It took longer for records of humans using the bioluminescence of other smaller sea creatures such as ostracods to emerge because it took a long while for mankind to be aware of their presence. There are numerous records of early explorers who were seemingly amazed by the “exhalations of fires from the sea”, presumably referring to marine luminescence (Harvey, 1957). These ribbons and specks of “unnatural” luminescence in oceans and seas were also observed by Charles Darwin who noted in his journal:

While sailing in these latitudes on one very dark night, the sea presented a wonderful and most beautiful spectacle. There was a fresh breeze, and every part of the surface, which during the day is seen as foam, now glowed with a pale light. The vessel drove before her bows two billows of liquid phosphorus, and in her wake she was followed by a milky train. As far as the eye reached, the crest of every wave was bright, and the sky above the horizon, from the reflected glare of these livid flames, was not so utterly obscure, as over the rest of the heavens (Harvey, 1957).

The above description of bioluminescence in the sea is closer to poetry than it is to science and, more striking I think, light is made akin to fire as the naturalists before him, even when it is in the water. Such allusions to fire were seen even in ancient Chinese narrations of nautical adventures such as Hai Nei Shih Chou Chi which claims that “ one may see fiery sparks when the water is stirred” (Harvey, 1957).

In 1753, a plausible reason for bioluminescence was proposed by Benjamin Franklin who claimed that a certain kind of “extremely small animalcule” in the seas “may yet give visible light” (Jabr, 2016). His hypothesis was later confirmed by Godeheu De Riville with a microscope. Franklin was right. We now know that the fiery glints ad sparks of the oceans is caused by the luminescence from the “insects” of the oceans, planktons. So vital were these creatures to marine warfare that they were extensively used by some of the world’s most powerful military powers. For instance, stories abound of the Japanese soldiers harvesting a huge number of umihotaru (sea fireflies) who then proceeded to use the cool blue glow emanated from the desiccated bodies of these creatures to read maps and other transcripts (Jabr, 2016). Apart from its use as light-bearers, bioluminescence can also be a nuisance because as navy boats and other vessels pass through streams of bioluminescent planktons, pools of such creatures would stick to the sides of the ships and the luminescence emanating from these creatures would bled through the dark waters and give away the positions of the vessels, often to the detriment of those onboard. In fact, the United States Army is currently attempting to create an aquatic device that can both detect bioluminescence of enemy vessels and evade detection of their own boats (Jabr, 2016).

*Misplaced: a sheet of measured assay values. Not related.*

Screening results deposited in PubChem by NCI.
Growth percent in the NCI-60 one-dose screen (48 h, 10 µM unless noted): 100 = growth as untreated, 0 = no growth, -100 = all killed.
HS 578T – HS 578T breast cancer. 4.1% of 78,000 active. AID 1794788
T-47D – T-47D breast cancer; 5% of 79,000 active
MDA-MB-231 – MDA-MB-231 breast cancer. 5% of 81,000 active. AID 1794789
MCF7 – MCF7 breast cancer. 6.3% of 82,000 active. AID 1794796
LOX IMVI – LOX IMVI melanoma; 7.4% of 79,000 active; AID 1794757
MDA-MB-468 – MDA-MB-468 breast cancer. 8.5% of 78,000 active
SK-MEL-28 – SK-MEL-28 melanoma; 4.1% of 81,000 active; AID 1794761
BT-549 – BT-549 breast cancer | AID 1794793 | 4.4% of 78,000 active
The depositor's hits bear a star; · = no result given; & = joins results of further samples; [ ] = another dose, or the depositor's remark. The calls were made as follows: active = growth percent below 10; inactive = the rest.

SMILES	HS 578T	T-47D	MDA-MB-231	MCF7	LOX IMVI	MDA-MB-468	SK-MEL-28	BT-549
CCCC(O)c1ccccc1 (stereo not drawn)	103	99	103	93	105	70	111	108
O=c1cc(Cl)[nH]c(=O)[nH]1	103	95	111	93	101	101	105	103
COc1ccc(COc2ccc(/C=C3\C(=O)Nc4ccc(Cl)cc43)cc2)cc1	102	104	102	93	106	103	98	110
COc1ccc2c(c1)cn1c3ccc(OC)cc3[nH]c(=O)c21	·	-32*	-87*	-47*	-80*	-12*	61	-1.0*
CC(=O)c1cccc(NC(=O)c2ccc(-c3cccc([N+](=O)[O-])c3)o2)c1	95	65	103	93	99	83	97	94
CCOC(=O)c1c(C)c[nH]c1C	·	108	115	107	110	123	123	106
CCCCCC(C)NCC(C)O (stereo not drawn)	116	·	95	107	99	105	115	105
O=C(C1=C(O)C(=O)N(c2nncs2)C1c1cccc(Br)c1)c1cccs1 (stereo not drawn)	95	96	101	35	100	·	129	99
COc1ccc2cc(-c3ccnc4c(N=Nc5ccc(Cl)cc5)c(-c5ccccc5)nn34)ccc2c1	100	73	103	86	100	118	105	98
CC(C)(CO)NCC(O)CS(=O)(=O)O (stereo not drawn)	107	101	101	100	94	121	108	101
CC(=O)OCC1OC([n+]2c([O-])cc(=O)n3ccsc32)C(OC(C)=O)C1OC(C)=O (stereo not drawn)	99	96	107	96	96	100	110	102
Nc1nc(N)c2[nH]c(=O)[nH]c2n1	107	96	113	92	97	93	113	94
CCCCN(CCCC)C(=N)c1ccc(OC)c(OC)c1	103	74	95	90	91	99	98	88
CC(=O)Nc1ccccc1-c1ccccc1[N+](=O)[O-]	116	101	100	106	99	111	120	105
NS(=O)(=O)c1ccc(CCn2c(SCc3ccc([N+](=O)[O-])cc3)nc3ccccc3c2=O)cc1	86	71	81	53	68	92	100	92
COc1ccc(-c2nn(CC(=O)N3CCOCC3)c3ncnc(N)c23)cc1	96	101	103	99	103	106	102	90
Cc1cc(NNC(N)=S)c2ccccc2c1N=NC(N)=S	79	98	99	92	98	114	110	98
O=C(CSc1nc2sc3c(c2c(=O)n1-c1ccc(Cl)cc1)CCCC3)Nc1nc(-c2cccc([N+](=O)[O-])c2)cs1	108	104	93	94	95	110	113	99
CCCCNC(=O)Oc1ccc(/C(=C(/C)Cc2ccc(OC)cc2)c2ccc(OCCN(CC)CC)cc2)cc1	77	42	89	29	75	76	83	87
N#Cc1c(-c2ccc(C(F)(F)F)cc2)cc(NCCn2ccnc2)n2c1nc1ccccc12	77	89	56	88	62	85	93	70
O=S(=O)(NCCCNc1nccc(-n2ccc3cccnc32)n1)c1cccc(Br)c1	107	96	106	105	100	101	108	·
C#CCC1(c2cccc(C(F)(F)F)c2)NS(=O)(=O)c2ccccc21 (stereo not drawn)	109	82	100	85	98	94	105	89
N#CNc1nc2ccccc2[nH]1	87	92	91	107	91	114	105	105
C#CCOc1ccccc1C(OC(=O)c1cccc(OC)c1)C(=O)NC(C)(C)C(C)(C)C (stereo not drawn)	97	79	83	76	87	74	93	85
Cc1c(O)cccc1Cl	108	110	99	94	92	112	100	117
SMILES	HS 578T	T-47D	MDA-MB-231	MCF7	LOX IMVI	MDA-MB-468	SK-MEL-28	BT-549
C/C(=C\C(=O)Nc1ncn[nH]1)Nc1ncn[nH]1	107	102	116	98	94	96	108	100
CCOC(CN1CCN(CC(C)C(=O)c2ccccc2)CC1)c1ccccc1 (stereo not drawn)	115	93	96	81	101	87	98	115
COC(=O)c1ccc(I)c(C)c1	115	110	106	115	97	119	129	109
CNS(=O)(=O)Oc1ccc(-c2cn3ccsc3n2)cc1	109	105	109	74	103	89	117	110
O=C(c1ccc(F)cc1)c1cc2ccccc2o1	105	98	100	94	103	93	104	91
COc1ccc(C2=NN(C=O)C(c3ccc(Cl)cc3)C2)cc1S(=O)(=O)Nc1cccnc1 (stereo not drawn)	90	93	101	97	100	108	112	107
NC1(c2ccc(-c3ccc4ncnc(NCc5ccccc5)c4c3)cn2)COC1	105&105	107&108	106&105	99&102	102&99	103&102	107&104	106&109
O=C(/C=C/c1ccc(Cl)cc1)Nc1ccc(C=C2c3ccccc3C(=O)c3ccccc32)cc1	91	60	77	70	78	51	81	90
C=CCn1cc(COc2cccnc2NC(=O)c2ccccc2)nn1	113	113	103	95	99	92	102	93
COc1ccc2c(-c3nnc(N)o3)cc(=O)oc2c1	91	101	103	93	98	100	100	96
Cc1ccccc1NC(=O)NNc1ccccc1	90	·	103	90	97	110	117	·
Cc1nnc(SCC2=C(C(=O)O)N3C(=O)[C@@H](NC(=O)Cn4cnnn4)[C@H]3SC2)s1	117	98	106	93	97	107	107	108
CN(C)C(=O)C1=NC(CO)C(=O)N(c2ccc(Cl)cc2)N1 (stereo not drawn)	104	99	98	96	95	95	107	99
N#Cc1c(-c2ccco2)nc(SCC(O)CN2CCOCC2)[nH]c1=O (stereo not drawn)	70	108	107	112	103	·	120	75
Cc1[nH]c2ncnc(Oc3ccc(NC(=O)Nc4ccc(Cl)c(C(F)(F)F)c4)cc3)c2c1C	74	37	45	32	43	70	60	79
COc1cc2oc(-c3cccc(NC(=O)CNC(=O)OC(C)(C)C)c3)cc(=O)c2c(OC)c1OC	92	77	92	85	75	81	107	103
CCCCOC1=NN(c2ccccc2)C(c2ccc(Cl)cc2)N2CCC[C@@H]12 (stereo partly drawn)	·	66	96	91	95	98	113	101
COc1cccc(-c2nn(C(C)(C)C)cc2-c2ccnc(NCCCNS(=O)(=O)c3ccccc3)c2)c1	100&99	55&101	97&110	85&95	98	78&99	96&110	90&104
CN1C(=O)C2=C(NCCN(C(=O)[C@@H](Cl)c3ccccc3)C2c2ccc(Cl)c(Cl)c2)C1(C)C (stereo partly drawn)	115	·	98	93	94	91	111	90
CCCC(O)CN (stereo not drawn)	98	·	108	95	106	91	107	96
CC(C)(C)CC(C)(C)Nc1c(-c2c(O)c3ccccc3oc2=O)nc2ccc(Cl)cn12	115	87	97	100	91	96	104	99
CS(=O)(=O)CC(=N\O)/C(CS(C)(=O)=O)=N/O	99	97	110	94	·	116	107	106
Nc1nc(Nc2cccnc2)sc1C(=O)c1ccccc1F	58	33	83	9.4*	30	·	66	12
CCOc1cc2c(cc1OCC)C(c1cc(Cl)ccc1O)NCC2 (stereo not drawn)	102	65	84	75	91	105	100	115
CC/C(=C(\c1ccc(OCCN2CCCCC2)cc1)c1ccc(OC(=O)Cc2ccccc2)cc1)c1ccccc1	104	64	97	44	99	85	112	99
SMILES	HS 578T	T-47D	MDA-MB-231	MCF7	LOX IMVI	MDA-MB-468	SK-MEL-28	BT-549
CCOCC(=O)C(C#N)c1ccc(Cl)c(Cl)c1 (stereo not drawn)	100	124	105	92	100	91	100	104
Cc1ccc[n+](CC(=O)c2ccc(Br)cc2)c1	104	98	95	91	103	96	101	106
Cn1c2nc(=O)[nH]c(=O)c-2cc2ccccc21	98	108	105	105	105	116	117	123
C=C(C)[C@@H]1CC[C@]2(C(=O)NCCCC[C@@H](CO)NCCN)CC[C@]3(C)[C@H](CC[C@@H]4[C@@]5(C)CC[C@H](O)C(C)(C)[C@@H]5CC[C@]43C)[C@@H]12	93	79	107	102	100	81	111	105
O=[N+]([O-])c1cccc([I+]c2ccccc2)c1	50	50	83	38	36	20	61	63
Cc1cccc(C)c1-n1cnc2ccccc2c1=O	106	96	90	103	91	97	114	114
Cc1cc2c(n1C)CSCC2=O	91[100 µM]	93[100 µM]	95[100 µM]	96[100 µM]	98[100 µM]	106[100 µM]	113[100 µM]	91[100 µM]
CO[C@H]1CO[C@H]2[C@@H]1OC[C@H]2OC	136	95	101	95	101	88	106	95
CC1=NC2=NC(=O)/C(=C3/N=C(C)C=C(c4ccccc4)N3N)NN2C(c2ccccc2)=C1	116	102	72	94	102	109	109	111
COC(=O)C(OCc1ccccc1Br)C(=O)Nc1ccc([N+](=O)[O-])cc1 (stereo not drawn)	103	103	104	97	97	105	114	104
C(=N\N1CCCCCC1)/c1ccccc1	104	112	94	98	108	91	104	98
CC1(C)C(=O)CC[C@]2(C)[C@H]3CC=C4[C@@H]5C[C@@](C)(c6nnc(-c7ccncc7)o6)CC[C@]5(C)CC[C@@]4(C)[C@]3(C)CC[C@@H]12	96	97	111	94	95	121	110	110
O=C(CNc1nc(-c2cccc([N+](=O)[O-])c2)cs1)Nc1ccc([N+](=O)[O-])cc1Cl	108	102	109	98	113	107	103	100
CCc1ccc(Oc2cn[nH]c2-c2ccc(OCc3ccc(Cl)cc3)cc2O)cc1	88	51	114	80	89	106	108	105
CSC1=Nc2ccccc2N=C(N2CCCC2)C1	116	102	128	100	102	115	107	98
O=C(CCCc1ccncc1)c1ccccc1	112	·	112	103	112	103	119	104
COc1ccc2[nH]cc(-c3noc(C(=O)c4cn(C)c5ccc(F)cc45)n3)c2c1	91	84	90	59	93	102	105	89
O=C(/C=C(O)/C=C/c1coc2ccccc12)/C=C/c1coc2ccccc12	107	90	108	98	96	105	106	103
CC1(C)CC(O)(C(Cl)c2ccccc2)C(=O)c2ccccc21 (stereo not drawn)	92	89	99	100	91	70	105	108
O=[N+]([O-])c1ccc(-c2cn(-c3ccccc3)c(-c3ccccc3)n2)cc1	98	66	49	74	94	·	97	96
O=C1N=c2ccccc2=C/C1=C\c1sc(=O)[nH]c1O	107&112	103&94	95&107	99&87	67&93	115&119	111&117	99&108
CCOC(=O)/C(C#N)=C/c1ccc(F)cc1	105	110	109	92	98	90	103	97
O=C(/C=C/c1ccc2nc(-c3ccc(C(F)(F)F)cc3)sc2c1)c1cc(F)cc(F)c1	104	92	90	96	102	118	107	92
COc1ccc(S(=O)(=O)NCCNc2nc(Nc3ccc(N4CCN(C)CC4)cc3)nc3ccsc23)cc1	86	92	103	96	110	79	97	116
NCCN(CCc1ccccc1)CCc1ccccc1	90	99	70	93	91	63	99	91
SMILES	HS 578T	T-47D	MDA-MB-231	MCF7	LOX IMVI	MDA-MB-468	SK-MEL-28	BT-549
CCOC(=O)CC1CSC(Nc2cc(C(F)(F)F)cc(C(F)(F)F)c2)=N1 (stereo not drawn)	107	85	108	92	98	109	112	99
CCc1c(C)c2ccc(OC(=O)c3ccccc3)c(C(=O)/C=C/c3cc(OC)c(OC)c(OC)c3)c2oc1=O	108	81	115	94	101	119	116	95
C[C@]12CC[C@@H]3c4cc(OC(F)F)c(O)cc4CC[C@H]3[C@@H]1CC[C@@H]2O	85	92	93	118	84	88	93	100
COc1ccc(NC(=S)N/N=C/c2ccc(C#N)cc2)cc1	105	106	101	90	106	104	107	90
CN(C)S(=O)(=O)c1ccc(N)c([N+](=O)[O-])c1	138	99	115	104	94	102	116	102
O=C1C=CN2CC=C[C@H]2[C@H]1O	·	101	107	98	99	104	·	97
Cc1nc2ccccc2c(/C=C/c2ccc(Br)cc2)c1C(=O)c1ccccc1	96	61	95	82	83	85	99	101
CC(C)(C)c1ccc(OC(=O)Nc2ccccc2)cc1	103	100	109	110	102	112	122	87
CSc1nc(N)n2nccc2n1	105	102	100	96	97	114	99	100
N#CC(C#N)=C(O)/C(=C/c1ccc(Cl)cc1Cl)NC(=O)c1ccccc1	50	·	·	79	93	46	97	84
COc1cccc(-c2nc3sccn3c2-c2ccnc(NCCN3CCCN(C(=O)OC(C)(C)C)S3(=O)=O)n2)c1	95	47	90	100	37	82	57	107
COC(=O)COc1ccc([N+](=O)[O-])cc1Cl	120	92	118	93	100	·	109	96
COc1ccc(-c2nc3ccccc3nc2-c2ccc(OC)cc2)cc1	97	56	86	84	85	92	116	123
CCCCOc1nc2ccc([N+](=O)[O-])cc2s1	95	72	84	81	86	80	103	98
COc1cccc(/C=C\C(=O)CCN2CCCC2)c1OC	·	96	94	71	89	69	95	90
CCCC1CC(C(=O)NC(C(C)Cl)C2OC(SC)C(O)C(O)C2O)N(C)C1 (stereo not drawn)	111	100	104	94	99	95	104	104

It is quite evident that mankind’s fascination, or perhaps obsession, with bioluminescence has been pervasive throughout the ages and have not been diluted an iota. But why are so obsessed with the fiery glow of bioluminescent creatures? It isn’t the light that we’re obsessed with. After all, each morning, rays from the sun permeate the land from space as though there were a crack in the sky. The golden waves splashes over the cities and towns; pools silently in the oceans and seas; trickles down dews gathered on the leaves and grass; slips through cracks in forest canopies to the mass of dead leaves on the forest floor. It slips through the pores of our eyes and into the recesses of our minds, illuminating us with the sight of all. And yet, it seems that we cannot get enough of it and with an Icarian rashness, cannot feel close enough to it. Throughout centuries, we have created myths about supernatural entities infused with the cool lustrous glow seen in other living creatures precisely because it is a gift that is denied to us. And thus, we created gods of these creatures and, with a Promethean hunger for the gifts of the gods, sought to steal the “fire” of bioluminescence.